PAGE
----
I started benefitting from exercises like the ‘body scan‘ – becoming aware of the sensations of my body, scanning each body part from head to toe whilst I was in bed which helped my mind to rest and made it easier to sleep.

I started mindful eating – the process of eating slowly and savouring food, becoming aware of the textures, smells and tastes of food in great detail, which helps to enjoy it more.

I started mindful drumming, walking and even mindful dishwashing – really becoming aware of all the sensations, sights and sounds that occurred whilst I was doing these things that before I would have unconsciously rushed through and barely remembered. These activities now had a new level of interest and even the dull ones became enjoyable.

I started attending weekend life coaching and meditation workshops. I learnt to meditate, to sit and just be, to enjoy the experience of feeling alive, of feeling totally aware without so many thoughts. I would focus on the rise and fall of my chest; the sensation of the air on my face; the texture of the clothes on my skin; sounds without labelling them as ‘a bird’ or ‘a car’ but instead just allowing myself to experience these things as a raw experience. This can often feel quite blissful and profound. This process can alleviate stress and opens our experience to the present moment, which is usually OK (not the apocalypse) and can, in fact, be totally energising and peaceful all at once.

This process started to make me feel happier and manage addictions to smoking and other substances, even comfort eating. When we are more aware of our thoughts, emotions and impulses and more satisfied in this moment through rewarding practices like mindfulness, there is often less need to turn to some kind of impulse or addiction. Why change your state if you are already content?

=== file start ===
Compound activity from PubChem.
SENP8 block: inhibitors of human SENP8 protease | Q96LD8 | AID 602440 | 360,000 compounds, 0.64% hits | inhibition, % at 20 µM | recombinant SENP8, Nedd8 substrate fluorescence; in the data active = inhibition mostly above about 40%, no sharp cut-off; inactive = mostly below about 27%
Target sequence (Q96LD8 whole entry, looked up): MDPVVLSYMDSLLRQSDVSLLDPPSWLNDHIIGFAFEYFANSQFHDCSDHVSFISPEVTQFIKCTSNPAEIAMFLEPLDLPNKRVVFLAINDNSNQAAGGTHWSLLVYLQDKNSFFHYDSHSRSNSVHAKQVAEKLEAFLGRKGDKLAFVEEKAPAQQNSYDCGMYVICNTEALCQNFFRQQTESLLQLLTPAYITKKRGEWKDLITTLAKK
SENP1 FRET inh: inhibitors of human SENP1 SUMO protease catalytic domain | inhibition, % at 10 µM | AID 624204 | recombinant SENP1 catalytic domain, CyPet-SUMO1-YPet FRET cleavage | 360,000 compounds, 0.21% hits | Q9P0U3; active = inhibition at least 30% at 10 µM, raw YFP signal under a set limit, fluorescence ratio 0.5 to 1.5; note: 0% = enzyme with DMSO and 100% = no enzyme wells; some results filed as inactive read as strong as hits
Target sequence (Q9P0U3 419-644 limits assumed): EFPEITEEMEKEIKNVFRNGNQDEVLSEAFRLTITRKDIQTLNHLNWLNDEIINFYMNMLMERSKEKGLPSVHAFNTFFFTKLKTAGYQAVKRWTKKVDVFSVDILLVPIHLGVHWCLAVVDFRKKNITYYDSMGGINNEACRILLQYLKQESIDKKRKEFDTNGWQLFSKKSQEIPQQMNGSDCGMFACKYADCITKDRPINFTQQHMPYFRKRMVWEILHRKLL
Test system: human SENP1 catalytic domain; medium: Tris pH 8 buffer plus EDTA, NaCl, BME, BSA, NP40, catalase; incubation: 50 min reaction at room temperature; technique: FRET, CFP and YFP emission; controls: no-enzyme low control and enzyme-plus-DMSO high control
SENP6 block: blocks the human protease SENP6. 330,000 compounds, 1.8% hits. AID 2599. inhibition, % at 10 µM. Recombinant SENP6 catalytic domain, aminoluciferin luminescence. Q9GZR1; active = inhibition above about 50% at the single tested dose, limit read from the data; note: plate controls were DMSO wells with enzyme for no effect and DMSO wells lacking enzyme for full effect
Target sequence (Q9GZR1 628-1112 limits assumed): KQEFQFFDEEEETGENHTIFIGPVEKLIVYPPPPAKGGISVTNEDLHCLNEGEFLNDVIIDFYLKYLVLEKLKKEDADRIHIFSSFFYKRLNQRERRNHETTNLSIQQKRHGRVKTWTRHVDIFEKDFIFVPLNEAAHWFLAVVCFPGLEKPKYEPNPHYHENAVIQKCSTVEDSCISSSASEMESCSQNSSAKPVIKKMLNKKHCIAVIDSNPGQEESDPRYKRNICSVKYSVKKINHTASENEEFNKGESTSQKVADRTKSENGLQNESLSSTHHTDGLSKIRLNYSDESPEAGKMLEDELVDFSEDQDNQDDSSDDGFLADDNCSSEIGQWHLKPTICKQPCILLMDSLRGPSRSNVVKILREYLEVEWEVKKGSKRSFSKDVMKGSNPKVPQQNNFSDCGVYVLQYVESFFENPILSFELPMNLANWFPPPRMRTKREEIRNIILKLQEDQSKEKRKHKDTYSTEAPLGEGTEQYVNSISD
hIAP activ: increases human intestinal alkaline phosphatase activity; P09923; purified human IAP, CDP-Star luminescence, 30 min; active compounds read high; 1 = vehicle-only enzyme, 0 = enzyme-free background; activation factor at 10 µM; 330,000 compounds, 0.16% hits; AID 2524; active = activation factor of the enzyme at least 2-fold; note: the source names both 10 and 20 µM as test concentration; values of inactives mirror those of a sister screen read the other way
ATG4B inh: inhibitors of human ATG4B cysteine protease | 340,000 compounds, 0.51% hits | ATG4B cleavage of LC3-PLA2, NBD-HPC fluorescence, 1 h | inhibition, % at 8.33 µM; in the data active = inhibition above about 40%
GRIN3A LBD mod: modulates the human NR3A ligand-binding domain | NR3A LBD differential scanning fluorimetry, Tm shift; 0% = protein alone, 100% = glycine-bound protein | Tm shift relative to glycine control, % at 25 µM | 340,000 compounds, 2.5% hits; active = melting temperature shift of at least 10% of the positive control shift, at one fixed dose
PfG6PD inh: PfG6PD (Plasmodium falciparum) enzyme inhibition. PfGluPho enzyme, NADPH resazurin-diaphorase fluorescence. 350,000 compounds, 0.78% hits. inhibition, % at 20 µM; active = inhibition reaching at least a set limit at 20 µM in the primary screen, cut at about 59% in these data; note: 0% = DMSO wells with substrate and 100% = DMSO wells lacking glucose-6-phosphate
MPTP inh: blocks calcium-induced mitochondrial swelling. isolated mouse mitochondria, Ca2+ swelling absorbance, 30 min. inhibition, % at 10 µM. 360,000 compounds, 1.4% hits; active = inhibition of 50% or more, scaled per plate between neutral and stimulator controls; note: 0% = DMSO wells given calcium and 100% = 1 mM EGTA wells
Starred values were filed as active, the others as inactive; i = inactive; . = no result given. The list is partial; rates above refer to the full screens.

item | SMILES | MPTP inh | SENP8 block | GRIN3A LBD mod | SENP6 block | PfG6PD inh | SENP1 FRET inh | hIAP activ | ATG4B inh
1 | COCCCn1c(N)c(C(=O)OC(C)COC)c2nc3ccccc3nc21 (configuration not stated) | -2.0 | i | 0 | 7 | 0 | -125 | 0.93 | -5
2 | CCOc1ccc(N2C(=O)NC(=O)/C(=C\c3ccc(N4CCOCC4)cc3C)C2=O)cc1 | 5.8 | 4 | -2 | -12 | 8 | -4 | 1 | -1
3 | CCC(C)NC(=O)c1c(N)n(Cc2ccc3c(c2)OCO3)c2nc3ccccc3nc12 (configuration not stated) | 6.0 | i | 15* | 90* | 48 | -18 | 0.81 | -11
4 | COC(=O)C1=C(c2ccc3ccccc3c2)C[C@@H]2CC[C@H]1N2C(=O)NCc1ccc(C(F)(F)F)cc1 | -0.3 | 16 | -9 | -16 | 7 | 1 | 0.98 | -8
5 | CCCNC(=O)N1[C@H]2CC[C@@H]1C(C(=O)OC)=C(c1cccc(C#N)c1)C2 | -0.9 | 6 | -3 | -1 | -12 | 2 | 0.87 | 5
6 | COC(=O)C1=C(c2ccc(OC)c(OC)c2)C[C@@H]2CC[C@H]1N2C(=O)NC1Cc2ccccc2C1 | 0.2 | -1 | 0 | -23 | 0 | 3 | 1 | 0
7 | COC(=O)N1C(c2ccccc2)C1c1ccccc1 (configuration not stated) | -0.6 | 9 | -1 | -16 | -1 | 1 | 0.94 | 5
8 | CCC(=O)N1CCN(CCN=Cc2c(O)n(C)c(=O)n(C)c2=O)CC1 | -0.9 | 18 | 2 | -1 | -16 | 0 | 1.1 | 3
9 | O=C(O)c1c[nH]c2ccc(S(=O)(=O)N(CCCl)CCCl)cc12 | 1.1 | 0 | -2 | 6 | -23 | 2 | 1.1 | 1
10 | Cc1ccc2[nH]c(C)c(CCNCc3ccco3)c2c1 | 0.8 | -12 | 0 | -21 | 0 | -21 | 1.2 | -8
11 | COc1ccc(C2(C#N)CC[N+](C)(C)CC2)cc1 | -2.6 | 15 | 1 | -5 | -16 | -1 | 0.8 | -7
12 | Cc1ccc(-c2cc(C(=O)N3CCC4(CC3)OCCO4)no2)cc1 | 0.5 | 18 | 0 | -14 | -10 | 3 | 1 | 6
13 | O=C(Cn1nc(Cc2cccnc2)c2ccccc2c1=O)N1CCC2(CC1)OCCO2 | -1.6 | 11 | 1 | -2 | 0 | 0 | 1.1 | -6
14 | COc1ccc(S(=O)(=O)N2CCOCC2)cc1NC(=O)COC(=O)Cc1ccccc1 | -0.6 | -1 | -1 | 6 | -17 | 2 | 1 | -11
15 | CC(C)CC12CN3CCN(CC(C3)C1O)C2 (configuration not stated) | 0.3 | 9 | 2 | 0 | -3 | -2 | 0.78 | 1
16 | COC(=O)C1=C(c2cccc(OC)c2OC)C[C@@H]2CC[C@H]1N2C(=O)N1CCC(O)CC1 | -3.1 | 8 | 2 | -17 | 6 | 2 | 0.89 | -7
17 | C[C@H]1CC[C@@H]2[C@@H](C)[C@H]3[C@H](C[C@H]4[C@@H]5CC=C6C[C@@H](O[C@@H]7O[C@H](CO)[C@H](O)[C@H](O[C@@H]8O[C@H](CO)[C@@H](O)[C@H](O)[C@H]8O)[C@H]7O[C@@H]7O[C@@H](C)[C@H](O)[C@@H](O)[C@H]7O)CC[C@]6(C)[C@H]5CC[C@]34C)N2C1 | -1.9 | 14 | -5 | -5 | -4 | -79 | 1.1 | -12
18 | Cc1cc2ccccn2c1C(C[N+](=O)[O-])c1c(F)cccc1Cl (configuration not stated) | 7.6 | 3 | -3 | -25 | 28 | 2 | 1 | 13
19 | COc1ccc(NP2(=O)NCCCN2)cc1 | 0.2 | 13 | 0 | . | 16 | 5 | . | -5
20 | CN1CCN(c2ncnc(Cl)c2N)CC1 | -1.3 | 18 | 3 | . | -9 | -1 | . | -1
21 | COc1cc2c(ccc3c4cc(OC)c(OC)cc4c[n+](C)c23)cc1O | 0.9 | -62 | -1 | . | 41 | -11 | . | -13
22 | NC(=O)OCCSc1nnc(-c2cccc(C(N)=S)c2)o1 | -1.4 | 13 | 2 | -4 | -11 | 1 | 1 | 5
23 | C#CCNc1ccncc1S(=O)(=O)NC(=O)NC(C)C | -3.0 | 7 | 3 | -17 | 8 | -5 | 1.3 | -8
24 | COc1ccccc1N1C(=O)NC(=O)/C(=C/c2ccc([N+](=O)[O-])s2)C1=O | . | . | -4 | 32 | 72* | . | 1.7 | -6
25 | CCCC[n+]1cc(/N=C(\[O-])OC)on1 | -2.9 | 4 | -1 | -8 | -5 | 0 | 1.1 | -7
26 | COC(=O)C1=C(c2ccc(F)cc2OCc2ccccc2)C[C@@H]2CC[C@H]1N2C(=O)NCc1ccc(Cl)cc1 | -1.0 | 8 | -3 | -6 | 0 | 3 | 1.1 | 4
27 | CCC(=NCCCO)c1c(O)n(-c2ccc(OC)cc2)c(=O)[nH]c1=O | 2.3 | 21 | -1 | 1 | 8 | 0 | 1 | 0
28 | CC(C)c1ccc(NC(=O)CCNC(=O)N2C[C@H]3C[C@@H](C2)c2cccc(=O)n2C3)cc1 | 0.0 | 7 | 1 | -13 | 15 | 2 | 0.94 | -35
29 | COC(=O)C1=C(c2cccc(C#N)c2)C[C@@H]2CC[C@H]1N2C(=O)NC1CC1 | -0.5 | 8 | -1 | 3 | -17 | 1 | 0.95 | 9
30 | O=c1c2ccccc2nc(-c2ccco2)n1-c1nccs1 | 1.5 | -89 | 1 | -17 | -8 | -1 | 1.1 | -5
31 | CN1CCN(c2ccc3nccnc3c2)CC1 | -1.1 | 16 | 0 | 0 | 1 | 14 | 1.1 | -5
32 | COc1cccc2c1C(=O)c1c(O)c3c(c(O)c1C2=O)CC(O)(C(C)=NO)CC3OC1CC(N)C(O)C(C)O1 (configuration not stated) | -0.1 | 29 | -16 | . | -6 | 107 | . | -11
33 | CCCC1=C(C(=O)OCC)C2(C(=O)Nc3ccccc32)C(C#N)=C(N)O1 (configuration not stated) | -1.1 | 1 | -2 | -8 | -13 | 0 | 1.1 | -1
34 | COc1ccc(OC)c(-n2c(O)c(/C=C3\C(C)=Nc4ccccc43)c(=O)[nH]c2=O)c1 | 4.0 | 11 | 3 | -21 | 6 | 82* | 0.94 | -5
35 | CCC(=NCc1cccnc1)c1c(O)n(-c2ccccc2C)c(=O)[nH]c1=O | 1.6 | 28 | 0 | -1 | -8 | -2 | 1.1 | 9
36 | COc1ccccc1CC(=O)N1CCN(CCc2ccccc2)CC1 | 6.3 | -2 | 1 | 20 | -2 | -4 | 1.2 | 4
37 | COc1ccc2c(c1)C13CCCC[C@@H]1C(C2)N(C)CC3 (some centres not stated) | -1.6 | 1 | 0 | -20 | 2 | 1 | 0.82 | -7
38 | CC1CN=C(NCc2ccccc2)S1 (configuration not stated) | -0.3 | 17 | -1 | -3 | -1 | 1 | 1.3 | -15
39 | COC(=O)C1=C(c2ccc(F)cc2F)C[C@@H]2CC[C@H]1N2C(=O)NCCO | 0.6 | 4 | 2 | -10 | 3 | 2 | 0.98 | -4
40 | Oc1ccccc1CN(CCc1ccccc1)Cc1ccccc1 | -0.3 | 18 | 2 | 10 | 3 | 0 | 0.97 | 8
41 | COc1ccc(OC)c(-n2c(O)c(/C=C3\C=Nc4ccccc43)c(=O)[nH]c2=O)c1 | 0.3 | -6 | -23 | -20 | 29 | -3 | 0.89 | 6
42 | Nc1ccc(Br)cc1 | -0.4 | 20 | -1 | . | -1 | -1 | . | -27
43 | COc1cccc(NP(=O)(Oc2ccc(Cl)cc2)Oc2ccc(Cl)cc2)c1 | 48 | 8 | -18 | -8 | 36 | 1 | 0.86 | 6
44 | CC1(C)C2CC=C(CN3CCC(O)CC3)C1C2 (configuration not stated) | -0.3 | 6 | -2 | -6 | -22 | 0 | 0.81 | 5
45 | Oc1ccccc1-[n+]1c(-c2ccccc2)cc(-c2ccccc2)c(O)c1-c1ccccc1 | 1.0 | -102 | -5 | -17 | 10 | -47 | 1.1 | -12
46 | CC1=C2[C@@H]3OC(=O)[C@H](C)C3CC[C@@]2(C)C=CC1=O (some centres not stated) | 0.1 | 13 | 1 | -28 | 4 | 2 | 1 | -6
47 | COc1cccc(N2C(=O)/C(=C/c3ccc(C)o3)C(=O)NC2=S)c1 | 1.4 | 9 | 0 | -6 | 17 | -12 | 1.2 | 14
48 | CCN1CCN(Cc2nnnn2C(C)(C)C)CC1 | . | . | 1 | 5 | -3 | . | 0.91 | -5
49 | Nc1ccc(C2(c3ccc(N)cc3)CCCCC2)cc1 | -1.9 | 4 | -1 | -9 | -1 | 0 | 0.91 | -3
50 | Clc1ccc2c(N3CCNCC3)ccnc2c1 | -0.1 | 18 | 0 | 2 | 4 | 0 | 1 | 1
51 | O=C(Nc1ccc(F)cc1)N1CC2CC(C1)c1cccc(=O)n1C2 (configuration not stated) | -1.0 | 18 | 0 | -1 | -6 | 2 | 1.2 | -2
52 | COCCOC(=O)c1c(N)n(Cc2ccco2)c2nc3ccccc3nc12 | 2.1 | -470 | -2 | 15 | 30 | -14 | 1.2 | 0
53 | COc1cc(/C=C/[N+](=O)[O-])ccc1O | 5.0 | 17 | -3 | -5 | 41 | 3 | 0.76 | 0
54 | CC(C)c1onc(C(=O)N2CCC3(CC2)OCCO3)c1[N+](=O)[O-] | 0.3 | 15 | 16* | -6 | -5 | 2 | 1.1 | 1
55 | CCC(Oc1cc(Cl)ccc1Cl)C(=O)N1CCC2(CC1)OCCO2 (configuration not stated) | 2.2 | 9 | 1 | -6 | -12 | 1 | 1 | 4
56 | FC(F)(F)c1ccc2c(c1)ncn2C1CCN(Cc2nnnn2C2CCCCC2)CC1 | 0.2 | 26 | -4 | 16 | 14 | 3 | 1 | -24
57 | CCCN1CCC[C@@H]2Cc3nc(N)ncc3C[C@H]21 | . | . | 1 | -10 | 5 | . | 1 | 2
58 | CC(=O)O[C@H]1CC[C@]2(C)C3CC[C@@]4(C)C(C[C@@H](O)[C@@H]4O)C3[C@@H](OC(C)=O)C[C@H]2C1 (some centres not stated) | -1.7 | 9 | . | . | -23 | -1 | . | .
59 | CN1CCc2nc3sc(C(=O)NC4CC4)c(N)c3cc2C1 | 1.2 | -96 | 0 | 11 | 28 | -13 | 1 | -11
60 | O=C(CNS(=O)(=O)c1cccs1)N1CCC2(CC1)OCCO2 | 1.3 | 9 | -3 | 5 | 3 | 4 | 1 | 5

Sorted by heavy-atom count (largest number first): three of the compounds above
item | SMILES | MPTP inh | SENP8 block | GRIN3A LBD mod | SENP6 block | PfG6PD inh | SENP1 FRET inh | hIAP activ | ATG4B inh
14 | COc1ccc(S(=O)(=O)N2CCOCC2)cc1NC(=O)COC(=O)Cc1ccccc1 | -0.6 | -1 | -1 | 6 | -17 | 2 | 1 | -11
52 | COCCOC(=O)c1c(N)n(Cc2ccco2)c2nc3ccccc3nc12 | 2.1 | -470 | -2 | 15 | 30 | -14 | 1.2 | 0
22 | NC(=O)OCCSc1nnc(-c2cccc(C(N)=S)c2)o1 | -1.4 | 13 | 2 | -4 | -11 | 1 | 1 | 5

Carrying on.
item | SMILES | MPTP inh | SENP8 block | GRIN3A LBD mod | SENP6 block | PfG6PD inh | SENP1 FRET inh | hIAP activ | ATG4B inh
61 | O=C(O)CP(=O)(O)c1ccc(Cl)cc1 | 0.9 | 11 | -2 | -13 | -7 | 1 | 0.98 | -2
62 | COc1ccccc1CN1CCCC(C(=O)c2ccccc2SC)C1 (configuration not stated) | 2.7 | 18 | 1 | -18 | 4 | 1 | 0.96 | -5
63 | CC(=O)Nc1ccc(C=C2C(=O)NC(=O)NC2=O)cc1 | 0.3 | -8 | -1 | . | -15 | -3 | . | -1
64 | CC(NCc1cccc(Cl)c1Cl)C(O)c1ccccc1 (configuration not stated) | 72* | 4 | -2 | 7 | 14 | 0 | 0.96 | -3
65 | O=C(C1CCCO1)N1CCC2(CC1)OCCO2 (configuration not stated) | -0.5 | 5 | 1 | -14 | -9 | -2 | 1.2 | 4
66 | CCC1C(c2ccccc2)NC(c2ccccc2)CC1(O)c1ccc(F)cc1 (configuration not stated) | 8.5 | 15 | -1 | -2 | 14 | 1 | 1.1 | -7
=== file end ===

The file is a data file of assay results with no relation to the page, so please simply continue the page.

Self -affirmations came just after. I remember trying them for the first time, saying things like “I love me” whilst looking into a mirror and it felt horrific. Have you ever tried saying “I love me” whilst looking into your own eyes? At first, it feels horribly self-indulgent, but after time it leaves you feeling more self-accepting, confident and resilient.

I remember the moment they started taking effect, I was standing looking in front of the mirror in my bedroom speaking my affirmations out loud and suddenly had a rush of contentment and elation. The only time I had ever experienced this was when taking drugs or in glimpses during meditation. Almost a decade later, I’m 25 and still using them with pleasant results today.


To wrap up, I want to offer a few practical tips that have helped me and others to benefit from mindfulness and self-affirmations.

  • Attend a science-based mindfulness group. There will likely be a free/low-cost meditation group in your local town/city. It’s easier to commit to doing it when you are out of the house (away from distractions) and with others who are doing it also. Ask the NHS or a local mental health organisation to find well-reviewed groups. You could also try
  • Use the wikiHow guide to creating your own affirmations – it’s easy and can be very rewarding with a bit of practice.
  • For more info, you can contact me at

These techniques have helped me move from feeling like my life was a car crash (quite literally), to feeling more at ease and happy within myself. I have recently gone on to do a TED talk and I believe these techniques have contributed towards my increased confidence and self-worth, making new and exciting experiences more possible.


This blog post was invited by ACAMH. The author has declared that he has no competing or potential conflicts of interest in relation to this article. The views expressed here are those of the author and do not necessarily reflect those of the Association for Child and Adolescent Mental Health.